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Who lived at the Palace?

Buckingham Palace (then Buckingham House) once stood on the edge of the City of Westminster, at the western end of the Tudor hunting park of St James's in the early 1600s. Learn more about how the Palace evolved in Who built the Palace. However it wasn't until 1837 that Buckingham Palace became the official seat of the court. 

Queen Victoria

Queen Victoria ©

Queen Victoria

Queen Victoria was the first sovereign to rule from Buckingham Palace in 1837. The Queen’s marriage to Prince Albert of Saxe-Coburg and Gotha in 1840 set the seal on the use of Buckingham Palace as a royal family home and as a place of entertainment and official business. Over 20 years, Queen Victoria and Prince Albert transformed the Palace into the centre of an energetic, cosmopolitan court.

Apart from State concerts, entertainment at the Palace came to an abrupt end after Prince Albert’s untimely death in 1861. Queen Victoria was absent from Buckingham Palace for long periods of time after her husband’s death, and by the end of her reign in 1901, the Palace had begun to look neglected.

Edward VII

Edward VII ©

King Edward VII

The King and his consort Queen Alexandra were determined to revive the high standards of royal entertaining during his short reign from 1901-1910. The King would preside at Evening Courts seated on the throne, and a new dais and canopy were set up in the Ballroom for this purpose. Throughout King Edward VII’s reign, the Palace was the focus of fashionable social life in London.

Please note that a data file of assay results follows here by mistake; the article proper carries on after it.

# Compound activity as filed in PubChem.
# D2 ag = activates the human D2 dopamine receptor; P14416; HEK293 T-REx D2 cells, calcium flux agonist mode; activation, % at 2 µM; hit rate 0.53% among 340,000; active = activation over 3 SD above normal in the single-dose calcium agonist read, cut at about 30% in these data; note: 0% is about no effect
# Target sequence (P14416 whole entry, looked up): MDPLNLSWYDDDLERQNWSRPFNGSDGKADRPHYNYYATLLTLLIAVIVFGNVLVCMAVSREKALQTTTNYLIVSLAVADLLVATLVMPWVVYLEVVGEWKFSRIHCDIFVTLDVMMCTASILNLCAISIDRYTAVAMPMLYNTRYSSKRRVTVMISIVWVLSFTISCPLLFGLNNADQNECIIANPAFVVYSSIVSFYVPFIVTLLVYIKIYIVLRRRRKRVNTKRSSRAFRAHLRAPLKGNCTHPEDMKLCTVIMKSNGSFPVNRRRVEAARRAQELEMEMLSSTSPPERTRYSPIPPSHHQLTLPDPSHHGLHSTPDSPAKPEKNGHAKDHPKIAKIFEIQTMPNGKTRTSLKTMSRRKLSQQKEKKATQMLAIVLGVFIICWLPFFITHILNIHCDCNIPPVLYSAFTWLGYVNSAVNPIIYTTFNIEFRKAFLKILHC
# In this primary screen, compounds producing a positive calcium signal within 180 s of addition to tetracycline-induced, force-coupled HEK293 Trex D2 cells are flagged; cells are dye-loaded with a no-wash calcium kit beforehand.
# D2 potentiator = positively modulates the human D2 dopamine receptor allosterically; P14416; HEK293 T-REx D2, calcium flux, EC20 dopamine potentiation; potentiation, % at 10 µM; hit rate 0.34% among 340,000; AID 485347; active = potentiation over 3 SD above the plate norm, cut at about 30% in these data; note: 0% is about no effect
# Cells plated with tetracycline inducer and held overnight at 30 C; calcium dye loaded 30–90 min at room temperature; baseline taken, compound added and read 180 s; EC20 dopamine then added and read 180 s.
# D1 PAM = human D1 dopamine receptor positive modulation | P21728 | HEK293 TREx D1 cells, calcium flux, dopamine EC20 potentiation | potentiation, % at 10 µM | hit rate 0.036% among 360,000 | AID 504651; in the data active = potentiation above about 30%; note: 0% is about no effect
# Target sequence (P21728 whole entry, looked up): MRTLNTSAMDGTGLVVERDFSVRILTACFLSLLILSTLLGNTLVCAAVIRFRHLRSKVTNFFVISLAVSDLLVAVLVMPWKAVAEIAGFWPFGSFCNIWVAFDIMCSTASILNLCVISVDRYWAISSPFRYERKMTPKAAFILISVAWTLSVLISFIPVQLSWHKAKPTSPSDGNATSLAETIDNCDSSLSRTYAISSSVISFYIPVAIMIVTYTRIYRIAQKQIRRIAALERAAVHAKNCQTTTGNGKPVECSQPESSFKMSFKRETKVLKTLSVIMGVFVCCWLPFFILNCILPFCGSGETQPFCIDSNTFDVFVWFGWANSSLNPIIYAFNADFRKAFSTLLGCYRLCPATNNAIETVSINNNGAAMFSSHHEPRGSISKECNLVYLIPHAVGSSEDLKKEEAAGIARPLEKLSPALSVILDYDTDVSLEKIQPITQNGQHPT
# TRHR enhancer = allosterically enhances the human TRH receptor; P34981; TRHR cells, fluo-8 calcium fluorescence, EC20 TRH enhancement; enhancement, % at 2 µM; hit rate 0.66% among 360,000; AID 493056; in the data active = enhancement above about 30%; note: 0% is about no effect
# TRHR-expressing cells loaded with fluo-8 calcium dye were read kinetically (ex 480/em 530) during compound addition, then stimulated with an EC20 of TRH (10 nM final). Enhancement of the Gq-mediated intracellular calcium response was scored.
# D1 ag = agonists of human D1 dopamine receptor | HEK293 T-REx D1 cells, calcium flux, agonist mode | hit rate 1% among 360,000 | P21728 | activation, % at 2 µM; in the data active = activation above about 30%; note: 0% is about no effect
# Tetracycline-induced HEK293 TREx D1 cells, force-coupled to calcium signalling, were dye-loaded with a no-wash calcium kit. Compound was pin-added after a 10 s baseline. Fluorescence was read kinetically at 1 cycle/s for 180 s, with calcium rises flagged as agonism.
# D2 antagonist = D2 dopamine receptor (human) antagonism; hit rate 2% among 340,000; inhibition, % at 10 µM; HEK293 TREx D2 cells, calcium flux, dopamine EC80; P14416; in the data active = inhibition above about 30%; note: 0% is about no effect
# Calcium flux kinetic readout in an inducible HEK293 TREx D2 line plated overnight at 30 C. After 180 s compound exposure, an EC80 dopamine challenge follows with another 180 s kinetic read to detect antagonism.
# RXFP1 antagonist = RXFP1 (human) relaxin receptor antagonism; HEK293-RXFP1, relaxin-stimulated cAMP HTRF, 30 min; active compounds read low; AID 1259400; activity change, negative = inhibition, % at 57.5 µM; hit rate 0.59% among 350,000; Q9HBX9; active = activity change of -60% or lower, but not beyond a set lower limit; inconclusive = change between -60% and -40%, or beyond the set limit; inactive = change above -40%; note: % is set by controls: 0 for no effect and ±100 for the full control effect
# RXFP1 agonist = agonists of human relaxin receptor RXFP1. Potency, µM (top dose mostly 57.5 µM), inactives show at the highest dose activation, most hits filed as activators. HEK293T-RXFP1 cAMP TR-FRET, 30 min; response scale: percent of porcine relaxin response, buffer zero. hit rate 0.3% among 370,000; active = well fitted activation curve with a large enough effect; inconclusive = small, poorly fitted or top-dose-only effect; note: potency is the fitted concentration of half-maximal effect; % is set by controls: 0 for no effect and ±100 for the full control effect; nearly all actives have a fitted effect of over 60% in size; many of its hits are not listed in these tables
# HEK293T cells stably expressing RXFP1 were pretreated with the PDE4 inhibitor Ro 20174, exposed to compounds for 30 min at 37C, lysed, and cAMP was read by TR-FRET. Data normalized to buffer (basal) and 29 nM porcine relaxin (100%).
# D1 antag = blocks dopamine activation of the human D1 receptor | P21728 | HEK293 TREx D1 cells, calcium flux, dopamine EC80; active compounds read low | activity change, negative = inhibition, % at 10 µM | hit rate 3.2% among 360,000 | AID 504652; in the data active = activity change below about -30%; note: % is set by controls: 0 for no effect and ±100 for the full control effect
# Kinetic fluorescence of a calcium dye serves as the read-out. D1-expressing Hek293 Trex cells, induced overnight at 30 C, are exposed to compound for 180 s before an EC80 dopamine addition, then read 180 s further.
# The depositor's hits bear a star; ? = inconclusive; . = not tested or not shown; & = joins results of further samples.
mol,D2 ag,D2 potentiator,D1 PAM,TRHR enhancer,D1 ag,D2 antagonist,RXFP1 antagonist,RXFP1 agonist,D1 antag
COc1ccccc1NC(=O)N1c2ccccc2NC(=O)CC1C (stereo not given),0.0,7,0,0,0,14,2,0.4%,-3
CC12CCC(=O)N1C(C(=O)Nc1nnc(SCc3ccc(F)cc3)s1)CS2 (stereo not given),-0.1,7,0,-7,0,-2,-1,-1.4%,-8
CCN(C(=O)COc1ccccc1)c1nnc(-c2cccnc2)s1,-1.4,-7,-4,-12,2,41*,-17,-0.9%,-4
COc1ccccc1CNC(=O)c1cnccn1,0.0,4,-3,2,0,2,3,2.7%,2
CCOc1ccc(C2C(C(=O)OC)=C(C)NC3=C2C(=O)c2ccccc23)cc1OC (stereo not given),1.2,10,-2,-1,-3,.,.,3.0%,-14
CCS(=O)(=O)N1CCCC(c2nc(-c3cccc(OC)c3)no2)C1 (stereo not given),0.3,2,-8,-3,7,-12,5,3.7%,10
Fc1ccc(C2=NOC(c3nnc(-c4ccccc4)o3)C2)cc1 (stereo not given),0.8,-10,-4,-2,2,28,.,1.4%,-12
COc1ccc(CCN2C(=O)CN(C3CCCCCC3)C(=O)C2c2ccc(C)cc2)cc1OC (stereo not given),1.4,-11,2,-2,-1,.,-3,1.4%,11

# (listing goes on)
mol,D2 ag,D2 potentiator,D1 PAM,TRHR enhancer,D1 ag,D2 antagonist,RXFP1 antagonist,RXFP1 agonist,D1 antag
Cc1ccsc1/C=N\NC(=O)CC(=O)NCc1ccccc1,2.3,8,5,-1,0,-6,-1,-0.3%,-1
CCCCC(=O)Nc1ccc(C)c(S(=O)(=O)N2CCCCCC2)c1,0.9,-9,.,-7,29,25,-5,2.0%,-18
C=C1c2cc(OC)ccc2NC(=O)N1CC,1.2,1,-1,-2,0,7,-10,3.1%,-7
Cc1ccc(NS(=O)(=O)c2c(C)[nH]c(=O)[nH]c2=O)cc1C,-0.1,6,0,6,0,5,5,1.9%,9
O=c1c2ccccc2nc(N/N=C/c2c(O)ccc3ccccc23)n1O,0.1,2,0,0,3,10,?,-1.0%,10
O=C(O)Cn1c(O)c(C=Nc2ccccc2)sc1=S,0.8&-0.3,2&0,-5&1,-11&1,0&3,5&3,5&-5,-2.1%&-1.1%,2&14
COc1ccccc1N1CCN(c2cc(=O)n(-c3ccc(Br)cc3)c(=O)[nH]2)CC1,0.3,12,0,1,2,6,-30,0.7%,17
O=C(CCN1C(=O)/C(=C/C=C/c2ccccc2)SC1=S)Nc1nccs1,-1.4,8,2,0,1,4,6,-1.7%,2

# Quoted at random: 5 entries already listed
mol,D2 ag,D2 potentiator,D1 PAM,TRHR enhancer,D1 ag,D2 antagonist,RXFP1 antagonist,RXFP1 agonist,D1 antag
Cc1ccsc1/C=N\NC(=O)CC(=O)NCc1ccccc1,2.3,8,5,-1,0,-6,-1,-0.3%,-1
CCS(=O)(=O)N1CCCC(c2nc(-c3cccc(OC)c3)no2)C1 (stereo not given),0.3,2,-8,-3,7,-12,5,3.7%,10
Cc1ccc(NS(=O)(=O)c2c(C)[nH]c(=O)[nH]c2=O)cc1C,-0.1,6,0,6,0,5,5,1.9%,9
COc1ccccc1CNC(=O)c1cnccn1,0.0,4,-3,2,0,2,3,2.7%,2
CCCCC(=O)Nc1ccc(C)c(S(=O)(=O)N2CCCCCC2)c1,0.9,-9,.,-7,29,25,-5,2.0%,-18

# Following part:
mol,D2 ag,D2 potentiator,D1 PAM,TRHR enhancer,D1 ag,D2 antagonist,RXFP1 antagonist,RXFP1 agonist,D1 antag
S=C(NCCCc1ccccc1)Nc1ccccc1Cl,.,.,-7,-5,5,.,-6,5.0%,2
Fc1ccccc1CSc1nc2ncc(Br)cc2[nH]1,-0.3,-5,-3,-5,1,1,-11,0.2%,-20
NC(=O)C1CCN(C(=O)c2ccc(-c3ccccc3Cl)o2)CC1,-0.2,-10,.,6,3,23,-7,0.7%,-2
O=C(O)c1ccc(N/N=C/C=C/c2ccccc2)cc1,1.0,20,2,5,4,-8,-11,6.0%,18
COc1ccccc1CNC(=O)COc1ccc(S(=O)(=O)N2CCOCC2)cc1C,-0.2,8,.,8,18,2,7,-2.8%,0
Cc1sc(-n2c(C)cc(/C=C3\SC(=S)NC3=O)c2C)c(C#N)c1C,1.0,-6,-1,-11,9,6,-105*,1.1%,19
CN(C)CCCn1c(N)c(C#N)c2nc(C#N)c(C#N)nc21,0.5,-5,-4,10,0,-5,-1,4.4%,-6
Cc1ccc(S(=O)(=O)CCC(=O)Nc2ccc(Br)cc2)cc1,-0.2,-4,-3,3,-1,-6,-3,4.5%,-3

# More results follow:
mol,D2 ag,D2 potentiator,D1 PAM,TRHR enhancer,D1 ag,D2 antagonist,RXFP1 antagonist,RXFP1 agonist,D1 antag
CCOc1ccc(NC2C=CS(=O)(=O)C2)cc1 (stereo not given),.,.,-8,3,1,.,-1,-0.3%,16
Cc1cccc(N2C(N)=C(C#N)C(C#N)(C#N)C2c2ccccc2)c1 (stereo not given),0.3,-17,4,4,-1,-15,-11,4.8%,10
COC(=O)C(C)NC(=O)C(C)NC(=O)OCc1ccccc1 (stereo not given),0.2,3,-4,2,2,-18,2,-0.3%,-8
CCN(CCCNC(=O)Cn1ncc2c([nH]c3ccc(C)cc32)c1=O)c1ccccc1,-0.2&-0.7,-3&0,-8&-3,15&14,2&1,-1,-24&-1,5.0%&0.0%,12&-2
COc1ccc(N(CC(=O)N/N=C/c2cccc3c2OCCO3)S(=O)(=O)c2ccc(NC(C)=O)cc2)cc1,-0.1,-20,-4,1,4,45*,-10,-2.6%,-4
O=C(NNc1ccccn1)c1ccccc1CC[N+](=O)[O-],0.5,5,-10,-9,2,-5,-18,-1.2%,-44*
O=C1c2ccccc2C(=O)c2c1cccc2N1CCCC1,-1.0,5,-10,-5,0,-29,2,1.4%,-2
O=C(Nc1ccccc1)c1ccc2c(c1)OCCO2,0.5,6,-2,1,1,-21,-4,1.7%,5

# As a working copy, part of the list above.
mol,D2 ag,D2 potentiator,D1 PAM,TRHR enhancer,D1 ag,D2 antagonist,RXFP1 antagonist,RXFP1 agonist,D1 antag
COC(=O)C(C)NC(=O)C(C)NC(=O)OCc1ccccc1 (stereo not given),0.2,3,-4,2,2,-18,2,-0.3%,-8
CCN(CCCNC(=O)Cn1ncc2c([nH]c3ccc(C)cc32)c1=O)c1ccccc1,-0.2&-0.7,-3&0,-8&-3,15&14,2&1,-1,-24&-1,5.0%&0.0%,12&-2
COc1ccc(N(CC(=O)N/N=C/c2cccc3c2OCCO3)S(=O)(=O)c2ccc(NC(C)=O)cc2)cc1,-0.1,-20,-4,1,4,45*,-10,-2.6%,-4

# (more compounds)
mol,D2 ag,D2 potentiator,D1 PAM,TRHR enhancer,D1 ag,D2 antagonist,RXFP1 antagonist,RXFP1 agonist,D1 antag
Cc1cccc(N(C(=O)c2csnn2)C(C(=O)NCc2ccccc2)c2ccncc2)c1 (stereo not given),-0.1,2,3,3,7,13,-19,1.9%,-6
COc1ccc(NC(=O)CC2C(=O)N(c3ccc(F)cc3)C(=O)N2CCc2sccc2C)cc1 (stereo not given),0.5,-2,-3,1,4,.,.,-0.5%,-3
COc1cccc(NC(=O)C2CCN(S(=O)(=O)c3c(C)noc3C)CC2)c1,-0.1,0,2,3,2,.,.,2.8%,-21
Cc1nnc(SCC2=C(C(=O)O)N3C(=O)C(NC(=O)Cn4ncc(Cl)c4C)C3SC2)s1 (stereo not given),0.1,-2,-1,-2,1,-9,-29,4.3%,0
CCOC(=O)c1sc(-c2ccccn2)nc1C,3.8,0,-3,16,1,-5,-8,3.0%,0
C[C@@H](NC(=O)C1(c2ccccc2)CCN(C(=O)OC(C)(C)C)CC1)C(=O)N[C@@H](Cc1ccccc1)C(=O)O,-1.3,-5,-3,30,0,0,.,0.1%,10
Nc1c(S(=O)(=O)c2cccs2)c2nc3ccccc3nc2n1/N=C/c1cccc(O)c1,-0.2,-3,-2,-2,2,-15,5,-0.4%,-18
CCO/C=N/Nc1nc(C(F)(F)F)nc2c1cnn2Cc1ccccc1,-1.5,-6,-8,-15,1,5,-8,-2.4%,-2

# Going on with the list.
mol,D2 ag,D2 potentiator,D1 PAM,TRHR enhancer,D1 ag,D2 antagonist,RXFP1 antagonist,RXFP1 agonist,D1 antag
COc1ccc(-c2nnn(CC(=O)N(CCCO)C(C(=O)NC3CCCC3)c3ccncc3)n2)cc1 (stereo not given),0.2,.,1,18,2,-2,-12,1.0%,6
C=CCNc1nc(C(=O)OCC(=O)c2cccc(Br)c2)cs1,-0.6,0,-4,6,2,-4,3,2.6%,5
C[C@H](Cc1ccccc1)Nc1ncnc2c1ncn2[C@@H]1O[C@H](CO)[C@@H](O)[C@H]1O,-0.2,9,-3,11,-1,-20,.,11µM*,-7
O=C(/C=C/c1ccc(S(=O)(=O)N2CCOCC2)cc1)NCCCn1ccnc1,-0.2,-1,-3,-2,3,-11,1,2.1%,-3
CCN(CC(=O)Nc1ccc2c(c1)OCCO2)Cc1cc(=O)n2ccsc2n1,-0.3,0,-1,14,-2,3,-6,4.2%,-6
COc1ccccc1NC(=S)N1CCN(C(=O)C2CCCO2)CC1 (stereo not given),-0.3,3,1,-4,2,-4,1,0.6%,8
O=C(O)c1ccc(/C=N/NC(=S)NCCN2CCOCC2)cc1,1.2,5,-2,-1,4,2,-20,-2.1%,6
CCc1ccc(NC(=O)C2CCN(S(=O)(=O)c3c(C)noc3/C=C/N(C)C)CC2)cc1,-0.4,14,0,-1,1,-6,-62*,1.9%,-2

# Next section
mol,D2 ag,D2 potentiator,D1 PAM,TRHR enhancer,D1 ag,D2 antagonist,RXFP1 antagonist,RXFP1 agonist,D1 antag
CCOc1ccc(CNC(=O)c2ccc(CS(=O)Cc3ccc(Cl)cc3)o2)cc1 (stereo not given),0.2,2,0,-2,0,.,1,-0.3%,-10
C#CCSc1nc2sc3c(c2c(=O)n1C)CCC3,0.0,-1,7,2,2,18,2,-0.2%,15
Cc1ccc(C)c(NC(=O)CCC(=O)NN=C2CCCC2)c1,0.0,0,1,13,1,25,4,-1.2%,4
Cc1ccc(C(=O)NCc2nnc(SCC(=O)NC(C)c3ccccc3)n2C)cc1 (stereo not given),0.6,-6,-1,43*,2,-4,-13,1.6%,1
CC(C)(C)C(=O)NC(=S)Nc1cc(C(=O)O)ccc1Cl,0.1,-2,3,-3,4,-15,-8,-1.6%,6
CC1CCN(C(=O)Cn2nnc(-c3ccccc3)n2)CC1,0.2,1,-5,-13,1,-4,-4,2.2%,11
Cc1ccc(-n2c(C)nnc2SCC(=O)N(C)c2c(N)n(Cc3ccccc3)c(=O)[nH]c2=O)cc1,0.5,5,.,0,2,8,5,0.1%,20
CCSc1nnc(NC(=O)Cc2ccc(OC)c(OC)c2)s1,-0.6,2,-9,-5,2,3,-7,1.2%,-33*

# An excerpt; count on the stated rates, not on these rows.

George V

King George V ©

King George V

Queen Mary, wife of King George V, had a strong knowledge of furniture and decoration and, advised by curators from the Victoria and Albert Museum, restored Regency character to the rooms after Edwardian alterations made during the reign of King Edward VII. In 1935, a year before the end of George V’s reign, the Palace was the focus of national celebrations for the King's Silver Jubilee.

 

 

George VI

George VI ©

King George VI

The King and Queen stayed at Buckingham Palace during World War Two, leaving the Palace during the evenings to spend them with their daughters, Princesses Elizabeth and Margaret, who had been moved to Windsor Castle for safety. In September 1940 part of the East Front was damaged after bombing raids, and the Victorian private chapel in the south-west pavilion was destroyed.

When the war in Europe ended on 8 May 1945, the King and Queen, their daughters, Princesses Elizabeth and Margaret, and the Prime Minister, Sir Winston Churchill, appeared on the Buckingham Palace balcony before huge crowds. 

 

 

Elizabeth II

Elizabeth II ©

Queen Elizabeth II

Buckingham Palace is the working headquarters of the Monarchy, where The Queen carries out her official and ceremonial duties as Head of State of the United Kingdom and Head of the Commonwealth. The Queen and The Duke of Edinburgh live in the private apartments on the north side of the Palace, while rooms on the upper floors of the north and east sides are occupied by other members of the Royal Family. Much of the ground floor and the south wing of the Palace are used by staff who work for the Royal Household. The State Rooms occupy the main west block facing the gardens.